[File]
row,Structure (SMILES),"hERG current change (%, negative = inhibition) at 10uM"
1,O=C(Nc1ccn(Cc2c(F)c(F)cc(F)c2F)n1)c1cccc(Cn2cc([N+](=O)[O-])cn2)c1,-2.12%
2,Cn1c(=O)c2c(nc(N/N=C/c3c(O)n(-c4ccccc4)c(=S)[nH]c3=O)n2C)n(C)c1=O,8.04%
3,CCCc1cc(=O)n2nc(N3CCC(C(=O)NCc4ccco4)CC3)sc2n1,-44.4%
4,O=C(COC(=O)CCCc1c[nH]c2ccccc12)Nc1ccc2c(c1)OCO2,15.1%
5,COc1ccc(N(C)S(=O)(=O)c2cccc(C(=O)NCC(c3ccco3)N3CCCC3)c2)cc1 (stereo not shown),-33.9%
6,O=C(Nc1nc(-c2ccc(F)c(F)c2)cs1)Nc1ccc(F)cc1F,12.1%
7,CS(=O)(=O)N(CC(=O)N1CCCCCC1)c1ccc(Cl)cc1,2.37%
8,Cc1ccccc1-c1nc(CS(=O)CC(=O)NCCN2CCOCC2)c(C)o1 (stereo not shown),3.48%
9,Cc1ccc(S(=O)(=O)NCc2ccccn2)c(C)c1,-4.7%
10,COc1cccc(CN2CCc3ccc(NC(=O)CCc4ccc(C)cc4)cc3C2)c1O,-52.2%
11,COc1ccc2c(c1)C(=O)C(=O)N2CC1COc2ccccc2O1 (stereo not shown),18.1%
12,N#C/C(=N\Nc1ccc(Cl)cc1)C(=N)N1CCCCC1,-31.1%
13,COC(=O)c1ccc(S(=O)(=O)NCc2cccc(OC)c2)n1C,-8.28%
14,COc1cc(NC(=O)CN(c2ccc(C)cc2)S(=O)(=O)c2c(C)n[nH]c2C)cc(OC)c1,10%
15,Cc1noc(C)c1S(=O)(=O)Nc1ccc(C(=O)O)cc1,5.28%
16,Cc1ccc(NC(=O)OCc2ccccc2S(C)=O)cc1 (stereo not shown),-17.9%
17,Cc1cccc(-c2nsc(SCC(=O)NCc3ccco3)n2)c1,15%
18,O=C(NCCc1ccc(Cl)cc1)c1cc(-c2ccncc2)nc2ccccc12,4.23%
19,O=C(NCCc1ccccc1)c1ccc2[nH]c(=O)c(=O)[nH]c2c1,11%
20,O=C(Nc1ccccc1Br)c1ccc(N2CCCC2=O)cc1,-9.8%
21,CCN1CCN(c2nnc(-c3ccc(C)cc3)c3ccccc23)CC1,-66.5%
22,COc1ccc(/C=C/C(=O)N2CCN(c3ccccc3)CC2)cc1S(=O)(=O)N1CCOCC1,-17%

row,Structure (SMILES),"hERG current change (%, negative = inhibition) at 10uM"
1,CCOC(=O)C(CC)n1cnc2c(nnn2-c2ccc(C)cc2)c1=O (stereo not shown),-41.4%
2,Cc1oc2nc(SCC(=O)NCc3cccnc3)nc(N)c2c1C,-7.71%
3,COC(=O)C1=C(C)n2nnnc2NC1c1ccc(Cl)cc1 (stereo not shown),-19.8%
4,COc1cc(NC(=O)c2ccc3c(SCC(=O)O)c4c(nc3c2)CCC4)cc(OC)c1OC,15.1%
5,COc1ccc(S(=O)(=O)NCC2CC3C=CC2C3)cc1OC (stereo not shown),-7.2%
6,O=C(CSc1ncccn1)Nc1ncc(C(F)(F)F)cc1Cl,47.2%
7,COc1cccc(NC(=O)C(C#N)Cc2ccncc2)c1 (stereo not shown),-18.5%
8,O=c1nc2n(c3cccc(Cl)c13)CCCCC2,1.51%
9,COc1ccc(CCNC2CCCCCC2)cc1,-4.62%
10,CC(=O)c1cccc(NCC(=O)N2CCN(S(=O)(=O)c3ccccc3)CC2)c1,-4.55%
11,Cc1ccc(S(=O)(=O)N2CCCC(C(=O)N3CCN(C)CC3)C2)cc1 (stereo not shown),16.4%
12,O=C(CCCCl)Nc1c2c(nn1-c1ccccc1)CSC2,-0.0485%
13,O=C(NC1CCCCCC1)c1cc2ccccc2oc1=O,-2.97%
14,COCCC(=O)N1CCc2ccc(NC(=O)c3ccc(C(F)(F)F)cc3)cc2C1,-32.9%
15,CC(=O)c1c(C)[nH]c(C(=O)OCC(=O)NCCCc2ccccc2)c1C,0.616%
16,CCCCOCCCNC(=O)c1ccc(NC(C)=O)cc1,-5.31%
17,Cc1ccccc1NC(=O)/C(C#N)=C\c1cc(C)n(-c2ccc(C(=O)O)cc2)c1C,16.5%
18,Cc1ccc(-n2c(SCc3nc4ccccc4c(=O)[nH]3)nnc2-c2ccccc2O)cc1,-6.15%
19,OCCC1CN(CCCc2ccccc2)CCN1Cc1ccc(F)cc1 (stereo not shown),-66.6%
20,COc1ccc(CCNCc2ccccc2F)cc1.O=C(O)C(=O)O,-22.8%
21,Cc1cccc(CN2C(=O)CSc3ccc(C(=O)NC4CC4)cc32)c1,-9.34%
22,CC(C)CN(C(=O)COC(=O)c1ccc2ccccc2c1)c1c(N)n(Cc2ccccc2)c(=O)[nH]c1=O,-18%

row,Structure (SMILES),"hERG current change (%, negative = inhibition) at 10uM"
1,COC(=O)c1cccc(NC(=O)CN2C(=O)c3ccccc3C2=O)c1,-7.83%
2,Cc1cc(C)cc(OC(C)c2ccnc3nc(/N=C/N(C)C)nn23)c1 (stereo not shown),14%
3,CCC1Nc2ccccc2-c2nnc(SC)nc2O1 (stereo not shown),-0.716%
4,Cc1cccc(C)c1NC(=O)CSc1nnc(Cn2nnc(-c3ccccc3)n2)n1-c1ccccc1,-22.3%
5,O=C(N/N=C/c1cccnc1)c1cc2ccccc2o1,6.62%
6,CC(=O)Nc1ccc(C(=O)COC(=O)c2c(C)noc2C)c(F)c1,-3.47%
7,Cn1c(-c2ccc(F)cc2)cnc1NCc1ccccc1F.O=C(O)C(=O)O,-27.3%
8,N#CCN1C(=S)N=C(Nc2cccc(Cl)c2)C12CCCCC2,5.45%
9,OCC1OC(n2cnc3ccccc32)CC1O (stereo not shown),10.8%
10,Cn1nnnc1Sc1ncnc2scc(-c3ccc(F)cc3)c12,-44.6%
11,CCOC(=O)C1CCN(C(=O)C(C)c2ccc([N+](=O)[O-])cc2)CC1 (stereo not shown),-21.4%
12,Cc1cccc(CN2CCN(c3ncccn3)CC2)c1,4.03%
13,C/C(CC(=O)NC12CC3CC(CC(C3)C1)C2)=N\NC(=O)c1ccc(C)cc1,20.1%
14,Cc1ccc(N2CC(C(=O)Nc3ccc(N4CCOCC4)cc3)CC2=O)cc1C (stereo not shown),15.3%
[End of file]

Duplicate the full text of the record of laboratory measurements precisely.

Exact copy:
row,Structure (SMILES),"hERG current change (%, negative = inhibition) at 10uM"
1,O=C(Nc1ccn(Cc2c(F)c(F)cc(F)c2F)n1)c1cccc(Cn2cc([N+](=O)[O-])cn2)c1,-2.12%
2,Cn1c(=O)c2c(nc(N/N=C/c3c(O)n(-c4ccccc4)c(=S)[nH]c3=O)n2C)n(C)c1=O,8.04%
3,CCCc1cc(=O)n2nc(N3CCC(C(=O)NCc4ccco4)CC3)sc2n1,-44.4%
4,O=C(COC(=O)CCCc1c[nH]c2ccccc12)Nc1ccc2c(c1)OCO2,15.1%
5,COc1ccc(N(C)S(=O)(=O)c2cccc(C(=O)NCC(c3ccco3)N3CCCC3)c2)cc1 (stereo not shown),-33.9%
6,O=C(Nc1nc(-c2ccc(F)c(F)c2)cs1)Nc1ccc(F)cc1F,12.1%
7,CS(=O)(=O)N(CC(=O)N1CCCCCC1)c1ccc(Cl)cc1,2.37%
8,Cc1ccccc1-c1nc(CS(=O)CC(=O)NCCN2CCOCC2)c(C)o1 (stereo not shown),3.48%
9,Cc1ccc(S(=O)(=O)NCc2ccccn2)c(C)c1,-4.7%
10,COc1cccc(CN2CCc3ccc(NC(=O)CCc4ccc(C)cc4)cc3C2)c1O,-52.2%
11,COc1ccc2c(c1)C(=O)C(=O)N2CC1COc2ccccc2O1 (stereo not shown),18.1%
12,N#C/C(=N\Nc1ccc(Cl)cc1)C(=N)N1CCCCC1,-31.1%
13,COC(=O)c1ccc(S(=O)(=O)NCc2cccc(OC)c2)n1C,-8.28%
14,COc1cc(NC(=O)CN(c2ccc(C)cc2)S(=O)(=O)c2c(C)n[nH]c2C)cc(OC)c1,10%
15,Cc1noc(C)c1S(=O)(=O)Nc1ccc(C(=O)O)cc1,5.28%
16,Cc1ccc(NC(=O)OCc2ccccc2S(C)=O)cc1 (stereo not shown),-17.9%
17,Cc1cccc(-c2nsc(SCC(=O)NCc3ccco3)n2)c1,15%
18,O=C(NCCc1ccc(Cl)cc1)c1cc(-c2ccncc2)nc2ccccc12,4.23%
19,O=C(NCCc1ccccc1)c1ccc2[nH]c(=O)c(=O)[nH]c2c1,11%
20,O=C(Nc1ccccc1Br)c1ccc(N2CCCC2=O)cc1,-9.8%
21,CCN1CCN(c2nnc(-c3ccc(C)cc3)c3ccccc23)CC1,-66.5%
22,COc1ccc(/C=C/C(=O)N2CCN(c3ccccc3)CC2)cc1S(=O)(=O)N1CCOCC1,-17%

row,Structure (SMILES),"hERG current change (%, negative = inhibition) at 10uM"
1,CCOC(=O)C(CC)n1cnc2c(nnn2-c2ccc(C)cc2)c1=O (stereo not shown),-41.4%
2,Cc1oc2nc(SCC(=O)NCc3cccnc3)nc(N)c2c1C,-7.71%
3,COC(=O)C1=C(C)n2nnnc2NC1c1ccc(Cl)cc1 (stereo not shown),-19.8%
4,COc1cc(NC(=O)c2ccc3c(SCC(=O)O)c4c(nc3c2)CCC4)cc(OC)c1OC,15.1%
5,COc1ccc(S(=O)(=O)NCC2CC3C=CC2C3)cc1OC (stereo not shown),-7.2%
6,O=C(CSc1ncccn1)Nc1ncc(C(F)(F)F)cc1Cl,47.2%
7,COc1cccc(NC(=O)C(C#N)Cc2ccncc2)c1 (stereo not shown),-18.5%
8,O=c1nc2n(c3cccc(Cl)c13)CCCCC2,1.51%
9,COc1ccc(CCNC2CCCCCC2)cc1,-4.62%
10,CC(=O)c1cccc(NCC(=O)N2CCN(S(=O)(=O)c3ccccc3)CC2)c1,-4.55%
11,Cc1ccc(S(=O)(=O)N2CCCC(C(=O)N3CCN(C)CC3)C2)cc1 (stereo not shown),16.4%
12,O=C(CCCCl)Nc1c2c(nn1-c1ccccc1)CSC2,-0.0485%
13,O=C(NC1CCCCCC1)c1cc2ccccc2oc1=O,-2.97%
14,COCCC(=O)N1CCc2ccc(NC(=O)c3ccc(C(F)(F)F)cc3)cc2C1,-32.9%
15,CC(=O)c1c(C)[nH]c(C(=O)OCC(=O)NCCCc2ccccc2)c1C,0.616%
16,CCCCOCCCNC(=O)c1ccc(NC(C)=O)cc1,-5.31%
17,Cc1ccccc1NC(=O)/C(C#N)=C\c1cc(C)n(-c2ccc(C(=O)O)cc2)c1C,16.5%
18,Cc1ccc(-n2c(SCc3nc4ccccc4c(=O)[nH]3)nnc2-c2ccccc2O)cc1,-6.15%
19,OCCC1CN(CCCc2ccccc2)CCN1Cc1ccc(F)cc1 (stereo not shown),-66.6%
20,COc1ccc(CCNCc2ccccc2F)cc1.O=C(O)C(=O)O,-22.8%
21,Cc1cccc(CN2C(=O)CSc3ccc(C(=O)NC4CC4)cc32)c1,-9.34%
22,CC(C)CN(C(=O)COC(=O)c1ccc2ccccc2c1)c1c(N)n(Cc2ccccc2)c(=O)[nH]c1=O,-18%

row,Structure (SMILES),"hERG current change (%, negative = inhibition) at 10uM"
1,COC(=O)c1cccc(NC(=O)CN2C(=O)c3ccccc3C2=O)c1,-7.83%
2,Cc1cc(C)cc(OC(C)c2ccnc3nc(/N=C/N(C)C)nn23)c1 (stereo not shown),14%
3,CCC1Nc2ccccc2-c2nnc(SC)nc2O1 (stereo not shown),-0.716%
4,Cc1cccc(C)c1NC(=O)CSc1nnc(Cn2nnc(-c3ccccc3)n2)n1-c1ccccc1,-22.3%
5,O=C(N/N=C/c1cccnc1)c1cc2ccccc2o1,6.62%
6,CC(=O)Nc1ccc(C(=O)COC(=O)c2c(C)noc2C)c(F)c1,-3.47%
7,Cn1c(-c2ccc(F)cc2)cnc1NCc1ccccc1F.O=C(O)C(=O)O,-27.3%
8,N#CCN1C(=S)N=C(Nc2cccc(Cl)c2)C12CCCCC2,5.45%
9,OCC1OC(n2cnc3ccccc32)CC1O (stereo not shown),10.8%
10,Cn1nnnc1Sc1ncnc2scc(-c3ccc(F)cc3)c12,-44.6%
11,CCOC(=O)C1CCN(C(=O)C(C)c2ccc([N+](=O)[O-])cc2)CC1 (stereo not shown),-21.4%
12,Cc1cccc(CN2CCN(c3ncccn3)CC2)c1,4.03%
13,C/C(CC(=O)NC12CC3CC(CC(C3)C1)C2)=N\NC(=O)c1ccc(C)cc1,20.1%
14,Cc1ccc(N2CC(C(=O)Nc3ccc(N4CCOCC4)cc3)CC2=O)cc1C (stereo not shown),15.3%